Paul White takes the necessary Steppes to check out this innocuous looking mic and discovers a competent all‑rounder.
This time last year, few people had ever heard of Oktava, but since their attractively‑priced (and terminally ugly!) MK219 found its way onto the UK market, there have been so many complimentary articles and reviews in the music press that it now seems that every other page contains some reference to Oktava or one of their products. Despite a few initial teething problems with quality control and supply, the MK219 has been widely acclaimed as an exceptional sounding mic at a price significantly below that of its nearest competitor, but Oktava are more than just a one‑mic company — they build a whole range of dynamic, capacitor and electret mics, many of which are ideally suited to music recording.
From the casework of the MK011, it's evident that it is designed for hand‑held as well as stand‑mounted use, but whereas most hand‑held mics are dynamic, the MK011 houses a true capacitor capsule. The down side of this is that 48V phantom power is needed to run the mic, but the benefits are significant, especially when you bring the mic off‑stage and into the studio.
Capacitor mics have the advantage of a much wider frequency response than dynamic models, often reaching in excess of 20kHz, but they also exhibit greater sensitivity, which really helps for capturing quieter sounds without noise becoming a major problem. For example, most dynamic mics work fine for live vocals, but when it comes to something like the acoustic guitar, the likely outcome is a slightly dull sound with audible background hiss as the mixer input stage struggles to boost the signal to a usable level. With a typical capacitor model, the mixer can be used with a much lower input gain trim setting, with an attendant improvement in signal‑to‑noise ratio.
Featuring a medium diameter, cardioid capsule, the MK011 has a frequency response flat from 40Hz to 20kHz within +/‑ 2dB. This contrasts with most dynamic vocal mics, which have a deliberate presence hump of several dBs in the response at between 3 and 5kHz. With a sensitivity of 10mV/Pa, the mic isn't quite as sensitive as the best capacitor studio mics, but it still beats the pants off a typical dynamic.
Constructionally, the mic is machined from what looks like aluminium (which seems to be anodised), but other than that, the finish might best be described as perfunctory. A conventional mesh basket protects the capsule, and though this ostensibly doubles as a pop‑shield, an additional, separate pop shield should ideally be used in the studio. There are no pad, roll‑off or on/off switches, and the solid‑state integral preamp incorporates a transformer, which, as well as providing the necessary impedance matching, may well have some influence on the overall sound of the mic.
I was fortunate enough to get hold of two of these mics to review, which allowed me to explore the possibility of using them as a stereo pair. After conscripting acoustic guitarist Rob Parrett to help out, I made my first tests on a nylon‑strung acoustic guitar, an instrument that occasionally gives rise to problems because of its relatively low volume and mellow tone. As it transpired, setting the mics up as a spaced pair produced an instantly usable sound, with one mic picking up the depth of the body tone and the other the detail and articulation from the neck. There seemed to be no obvious coloration, yet the sound was bright and lively without being thin.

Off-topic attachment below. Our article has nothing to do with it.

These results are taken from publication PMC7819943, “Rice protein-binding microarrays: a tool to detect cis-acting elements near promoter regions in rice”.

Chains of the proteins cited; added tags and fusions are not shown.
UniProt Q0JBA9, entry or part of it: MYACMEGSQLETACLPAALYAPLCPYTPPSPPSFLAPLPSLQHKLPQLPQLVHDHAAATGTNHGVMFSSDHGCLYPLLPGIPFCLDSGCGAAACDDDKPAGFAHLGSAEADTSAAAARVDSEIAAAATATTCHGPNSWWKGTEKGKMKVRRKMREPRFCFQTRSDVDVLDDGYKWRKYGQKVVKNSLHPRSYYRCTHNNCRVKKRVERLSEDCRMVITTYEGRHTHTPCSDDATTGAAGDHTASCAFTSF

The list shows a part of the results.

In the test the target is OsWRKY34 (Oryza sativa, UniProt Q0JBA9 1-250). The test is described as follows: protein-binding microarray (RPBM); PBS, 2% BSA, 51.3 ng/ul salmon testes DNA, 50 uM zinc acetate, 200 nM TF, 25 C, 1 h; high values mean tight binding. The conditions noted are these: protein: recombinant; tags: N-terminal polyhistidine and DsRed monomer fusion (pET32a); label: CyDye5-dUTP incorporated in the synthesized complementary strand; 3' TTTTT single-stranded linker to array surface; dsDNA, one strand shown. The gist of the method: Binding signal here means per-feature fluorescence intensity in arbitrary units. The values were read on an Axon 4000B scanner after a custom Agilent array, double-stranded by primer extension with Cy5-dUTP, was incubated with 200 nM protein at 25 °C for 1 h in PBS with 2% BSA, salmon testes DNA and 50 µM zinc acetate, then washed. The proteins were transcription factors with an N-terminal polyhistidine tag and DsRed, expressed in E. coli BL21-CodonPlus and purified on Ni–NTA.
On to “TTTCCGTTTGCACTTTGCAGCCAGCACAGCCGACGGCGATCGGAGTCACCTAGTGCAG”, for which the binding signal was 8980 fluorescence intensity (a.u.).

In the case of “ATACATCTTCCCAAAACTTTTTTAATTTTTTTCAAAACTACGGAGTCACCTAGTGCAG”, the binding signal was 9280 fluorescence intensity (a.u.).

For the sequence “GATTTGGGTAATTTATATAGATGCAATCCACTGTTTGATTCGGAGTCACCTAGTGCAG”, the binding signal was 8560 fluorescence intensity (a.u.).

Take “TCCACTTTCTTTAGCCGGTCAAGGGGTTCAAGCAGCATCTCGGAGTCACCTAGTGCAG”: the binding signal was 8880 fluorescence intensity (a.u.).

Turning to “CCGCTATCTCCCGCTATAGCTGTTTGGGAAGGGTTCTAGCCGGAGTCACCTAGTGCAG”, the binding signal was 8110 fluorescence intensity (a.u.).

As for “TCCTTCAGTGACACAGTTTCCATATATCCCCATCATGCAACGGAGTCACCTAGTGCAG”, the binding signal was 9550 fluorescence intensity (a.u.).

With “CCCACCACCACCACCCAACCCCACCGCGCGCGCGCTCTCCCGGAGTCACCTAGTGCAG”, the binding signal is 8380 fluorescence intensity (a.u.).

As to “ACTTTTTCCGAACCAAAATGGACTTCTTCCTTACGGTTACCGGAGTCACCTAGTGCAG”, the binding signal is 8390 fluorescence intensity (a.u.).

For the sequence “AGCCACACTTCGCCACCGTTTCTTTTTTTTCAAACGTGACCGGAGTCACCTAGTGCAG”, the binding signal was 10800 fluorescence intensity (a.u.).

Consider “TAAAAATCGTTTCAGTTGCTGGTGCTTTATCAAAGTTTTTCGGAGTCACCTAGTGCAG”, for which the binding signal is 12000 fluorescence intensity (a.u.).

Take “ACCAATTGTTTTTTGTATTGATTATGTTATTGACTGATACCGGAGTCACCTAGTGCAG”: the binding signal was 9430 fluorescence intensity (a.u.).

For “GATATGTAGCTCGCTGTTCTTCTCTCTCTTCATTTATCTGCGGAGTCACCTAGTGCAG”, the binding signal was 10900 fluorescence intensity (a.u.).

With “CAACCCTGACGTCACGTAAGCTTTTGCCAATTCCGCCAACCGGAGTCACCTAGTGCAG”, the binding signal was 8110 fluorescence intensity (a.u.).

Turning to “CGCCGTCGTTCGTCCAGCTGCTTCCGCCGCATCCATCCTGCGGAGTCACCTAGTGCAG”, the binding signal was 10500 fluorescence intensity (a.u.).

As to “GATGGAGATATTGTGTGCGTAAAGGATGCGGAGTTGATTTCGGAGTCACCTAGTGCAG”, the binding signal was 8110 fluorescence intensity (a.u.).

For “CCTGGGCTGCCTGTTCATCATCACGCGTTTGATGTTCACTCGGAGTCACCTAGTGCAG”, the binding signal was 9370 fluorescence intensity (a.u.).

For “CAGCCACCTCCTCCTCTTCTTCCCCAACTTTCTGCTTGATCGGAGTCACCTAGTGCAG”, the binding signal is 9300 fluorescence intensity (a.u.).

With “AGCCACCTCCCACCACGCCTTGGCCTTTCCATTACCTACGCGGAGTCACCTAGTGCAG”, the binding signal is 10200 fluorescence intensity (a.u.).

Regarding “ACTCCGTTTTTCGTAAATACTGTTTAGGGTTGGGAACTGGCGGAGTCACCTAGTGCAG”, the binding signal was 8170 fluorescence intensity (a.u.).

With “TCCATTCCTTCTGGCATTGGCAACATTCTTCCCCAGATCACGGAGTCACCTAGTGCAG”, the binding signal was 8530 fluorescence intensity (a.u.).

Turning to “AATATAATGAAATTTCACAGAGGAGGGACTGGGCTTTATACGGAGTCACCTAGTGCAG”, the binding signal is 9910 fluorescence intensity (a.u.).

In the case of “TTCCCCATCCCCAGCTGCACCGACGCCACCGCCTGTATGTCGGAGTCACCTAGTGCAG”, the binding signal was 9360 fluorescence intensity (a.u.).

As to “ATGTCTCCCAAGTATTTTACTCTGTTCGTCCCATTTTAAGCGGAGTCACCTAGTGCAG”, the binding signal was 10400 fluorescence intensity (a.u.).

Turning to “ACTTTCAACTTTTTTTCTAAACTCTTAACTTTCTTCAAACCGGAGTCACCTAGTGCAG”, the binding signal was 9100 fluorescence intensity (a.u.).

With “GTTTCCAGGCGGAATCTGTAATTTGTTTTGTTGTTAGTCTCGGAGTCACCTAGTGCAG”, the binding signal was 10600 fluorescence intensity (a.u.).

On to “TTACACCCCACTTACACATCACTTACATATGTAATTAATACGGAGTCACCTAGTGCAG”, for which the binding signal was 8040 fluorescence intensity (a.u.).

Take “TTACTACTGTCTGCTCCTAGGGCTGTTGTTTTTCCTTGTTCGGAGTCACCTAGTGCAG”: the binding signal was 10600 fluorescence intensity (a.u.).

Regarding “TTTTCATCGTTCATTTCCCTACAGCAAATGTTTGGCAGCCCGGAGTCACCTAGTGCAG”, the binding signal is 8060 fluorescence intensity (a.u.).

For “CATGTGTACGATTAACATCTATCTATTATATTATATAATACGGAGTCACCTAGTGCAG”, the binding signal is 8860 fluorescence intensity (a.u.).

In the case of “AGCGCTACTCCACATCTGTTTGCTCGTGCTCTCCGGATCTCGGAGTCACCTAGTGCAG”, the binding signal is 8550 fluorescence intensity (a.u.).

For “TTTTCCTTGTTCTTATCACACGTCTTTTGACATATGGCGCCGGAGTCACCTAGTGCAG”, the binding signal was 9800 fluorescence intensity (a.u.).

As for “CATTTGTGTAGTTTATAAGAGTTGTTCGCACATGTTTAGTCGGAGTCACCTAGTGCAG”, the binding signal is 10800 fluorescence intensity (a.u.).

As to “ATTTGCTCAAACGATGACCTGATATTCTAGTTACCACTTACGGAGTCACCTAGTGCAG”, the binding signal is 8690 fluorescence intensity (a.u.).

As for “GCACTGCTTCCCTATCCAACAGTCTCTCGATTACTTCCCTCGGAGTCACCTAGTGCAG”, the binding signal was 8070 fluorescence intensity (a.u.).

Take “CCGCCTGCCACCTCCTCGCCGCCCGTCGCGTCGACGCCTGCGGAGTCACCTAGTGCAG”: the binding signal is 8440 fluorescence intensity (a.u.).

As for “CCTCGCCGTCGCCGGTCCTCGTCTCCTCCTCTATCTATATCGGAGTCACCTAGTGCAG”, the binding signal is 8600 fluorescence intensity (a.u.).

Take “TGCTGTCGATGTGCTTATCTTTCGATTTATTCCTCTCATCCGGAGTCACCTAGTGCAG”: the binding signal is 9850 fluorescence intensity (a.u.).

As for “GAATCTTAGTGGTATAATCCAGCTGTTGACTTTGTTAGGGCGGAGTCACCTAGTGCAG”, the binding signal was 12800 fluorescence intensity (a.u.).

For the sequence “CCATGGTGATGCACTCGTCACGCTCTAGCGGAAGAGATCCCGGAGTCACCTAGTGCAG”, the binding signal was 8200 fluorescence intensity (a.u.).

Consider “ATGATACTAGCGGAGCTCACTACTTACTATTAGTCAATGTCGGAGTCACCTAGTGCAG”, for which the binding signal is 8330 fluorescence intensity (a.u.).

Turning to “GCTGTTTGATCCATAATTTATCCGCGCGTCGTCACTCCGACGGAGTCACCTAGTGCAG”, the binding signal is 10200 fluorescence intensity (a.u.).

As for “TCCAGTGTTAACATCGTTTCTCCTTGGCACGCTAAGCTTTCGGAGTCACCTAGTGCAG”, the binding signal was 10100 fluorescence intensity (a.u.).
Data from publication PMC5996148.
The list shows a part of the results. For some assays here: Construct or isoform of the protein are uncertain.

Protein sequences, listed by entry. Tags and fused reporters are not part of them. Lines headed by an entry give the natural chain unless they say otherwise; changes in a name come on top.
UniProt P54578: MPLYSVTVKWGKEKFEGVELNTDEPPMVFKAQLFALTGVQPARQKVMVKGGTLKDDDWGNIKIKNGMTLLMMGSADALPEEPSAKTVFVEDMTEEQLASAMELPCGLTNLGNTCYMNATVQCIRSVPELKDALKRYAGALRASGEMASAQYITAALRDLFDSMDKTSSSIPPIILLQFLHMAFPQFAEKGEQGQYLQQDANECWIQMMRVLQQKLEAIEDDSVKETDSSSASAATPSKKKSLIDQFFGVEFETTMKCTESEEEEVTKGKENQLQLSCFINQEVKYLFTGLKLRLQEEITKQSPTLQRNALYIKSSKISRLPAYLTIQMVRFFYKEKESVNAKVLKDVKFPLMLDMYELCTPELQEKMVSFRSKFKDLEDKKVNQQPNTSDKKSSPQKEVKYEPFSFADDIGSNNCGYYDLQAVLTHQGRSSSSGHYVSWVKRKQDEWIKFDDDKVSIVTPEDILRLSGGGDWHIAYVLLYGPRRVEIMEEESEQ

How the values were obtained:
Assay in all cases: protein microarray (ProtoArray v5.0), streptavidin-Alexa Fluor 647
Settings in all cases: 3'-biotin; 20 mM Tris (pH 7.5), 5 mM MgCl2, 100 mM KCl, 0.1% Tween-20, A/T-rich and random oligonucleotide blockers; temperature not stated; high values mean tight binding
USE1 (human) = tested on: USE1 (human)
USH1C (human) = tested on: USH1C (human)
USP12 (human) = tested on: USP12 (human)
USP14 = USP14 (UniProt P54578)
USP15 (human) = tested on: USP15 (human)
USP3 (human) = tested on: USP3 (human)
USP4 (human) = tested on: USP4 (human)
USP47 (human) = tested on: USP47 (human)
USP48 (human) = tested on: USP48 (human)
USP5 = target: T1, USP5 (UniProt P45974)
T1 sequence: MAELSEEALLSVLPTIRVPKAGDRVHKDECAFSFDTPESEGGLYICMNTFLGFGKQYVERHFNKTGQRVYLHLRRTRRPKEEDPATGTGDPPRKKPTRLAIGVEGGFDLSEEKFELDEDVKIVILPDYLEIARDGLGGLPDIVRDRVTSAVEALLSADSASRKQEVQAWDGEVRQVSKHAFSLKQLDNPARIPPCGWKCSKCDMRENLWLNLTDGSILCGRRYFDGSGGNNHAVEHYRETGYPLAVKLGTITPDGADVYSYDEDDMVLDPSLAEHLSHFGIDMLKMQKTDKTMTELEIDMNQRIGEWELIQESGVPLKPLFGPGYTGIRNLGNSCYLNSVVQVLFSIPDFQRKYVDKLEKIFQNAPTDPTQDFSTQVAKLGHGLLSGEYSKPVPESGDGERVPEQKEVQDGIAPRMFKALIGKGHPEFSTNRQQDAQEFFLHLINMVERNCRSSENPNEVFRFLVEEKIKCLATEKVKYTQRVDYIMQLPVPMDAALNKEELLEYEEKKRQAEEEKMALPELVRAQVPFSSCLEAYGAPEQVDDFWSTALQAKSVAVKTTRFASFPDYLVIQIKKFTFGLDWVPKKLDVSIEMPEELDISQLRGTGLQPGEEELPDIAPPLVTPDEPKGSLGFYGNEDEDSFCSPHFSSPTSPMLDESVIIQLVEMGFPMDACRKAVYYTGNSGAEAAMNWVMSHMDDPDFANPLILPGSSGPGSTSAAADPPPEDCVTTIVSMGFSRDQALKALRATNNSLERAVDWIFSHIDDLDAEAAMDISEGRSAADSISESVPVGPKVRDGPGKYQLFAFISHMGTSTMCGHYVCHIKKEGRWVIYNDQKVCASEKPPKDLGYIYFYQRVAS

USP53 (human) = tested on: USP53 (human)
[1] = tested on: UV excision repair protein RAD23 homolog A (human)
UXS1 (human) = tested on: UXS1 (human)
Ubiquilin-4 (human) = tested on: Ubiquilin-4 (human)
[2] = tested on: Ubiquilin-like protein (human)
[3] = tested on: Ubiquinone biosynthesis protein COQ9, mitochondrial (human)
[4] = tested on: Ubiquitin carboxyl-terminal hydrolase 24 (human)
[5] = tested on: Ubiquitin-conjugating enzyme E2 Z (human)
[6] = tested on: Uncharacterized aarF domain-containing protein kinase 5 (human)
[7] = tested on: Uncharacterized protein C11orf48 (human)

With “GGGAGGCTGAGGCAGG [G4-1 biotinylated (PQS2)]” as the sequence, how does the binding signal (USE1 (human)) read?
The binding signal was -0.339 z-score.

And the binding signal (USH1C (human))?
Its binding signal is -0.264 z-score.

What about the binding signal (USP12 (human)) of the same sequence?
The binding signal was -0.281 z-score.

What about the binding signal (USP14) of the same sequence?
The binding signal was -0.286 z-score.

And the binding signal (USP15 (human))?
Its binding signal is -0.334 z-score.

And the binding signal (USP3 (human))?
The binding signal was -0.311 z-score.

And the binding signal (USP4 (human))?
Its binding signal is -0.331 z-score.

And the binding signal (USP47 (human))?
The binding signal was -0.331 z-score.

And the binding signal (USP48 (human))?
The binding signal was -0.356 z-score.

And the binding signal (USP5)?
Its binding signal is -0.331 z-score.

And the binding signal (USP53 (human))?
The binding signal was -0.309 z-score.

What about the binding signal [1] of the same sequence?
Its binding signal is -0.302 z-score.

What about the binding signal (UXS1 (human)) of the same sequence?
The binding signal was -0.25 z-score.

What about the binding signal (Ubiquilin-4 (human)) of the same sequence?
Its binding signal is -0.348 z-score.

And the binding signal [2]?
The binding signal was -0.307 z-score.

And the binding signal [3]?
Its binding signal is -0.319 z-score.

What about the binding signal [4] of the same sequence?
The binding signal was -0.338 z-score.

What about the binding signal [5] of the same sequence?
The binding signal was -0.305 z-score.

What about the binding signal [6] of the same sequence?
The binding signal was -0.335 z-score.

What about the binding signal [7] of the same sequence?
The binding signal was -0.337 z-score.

Tested with vocals, the mics again sounded reasonably flat and honest, and though this isn't always what you are looking for, it does at least provide a good starting point — though I have to confess to preferring the subtle flattery of the MK219 in this application.
Given the affordability of these mics, combined with their fairly neutral tone, I think I'd assign them to the 'general purpose' slot in the mic locker, and I'd almost certainly buy two if the budget allowed. They are accurate enough (and quiet enough) for recording acoustic soloists, ensembles or choirs in stereo (XY or spaced), while in the studio they are suitable for most acoustic instruments, vocals, percussion and drum overheads. Because of their conventional appearance, I don't think the 011 will achieve the same fame as the MK219, but that doesn't make it any less worthy. Given that you could spend nearly as much on a dynamic or budget back‑electret mic, the MK011 presents a very attractive proposition. Check it out — I think Ural be impressed!
Though you have to provide your own lead for the 011, the mic comes complete with plastic carrying case, stand clip and XLR plug (should you fancy making your own lead).
According to the data sheet which is also included (though it's currently in Russian), the microphone is suitable for a broad spectrum of applications, including television, film, radio and theatre. Strangely, that same data sheet completely fails to mention recording studio applications — but that didn't stop us checking it out in the studio!
- Good all‑round performance.
- Bargain price.
- Perfunctory finish.
As well as being a competent all‑rounder, this microphone is attractively priced, making it practical to buy two for stereo use.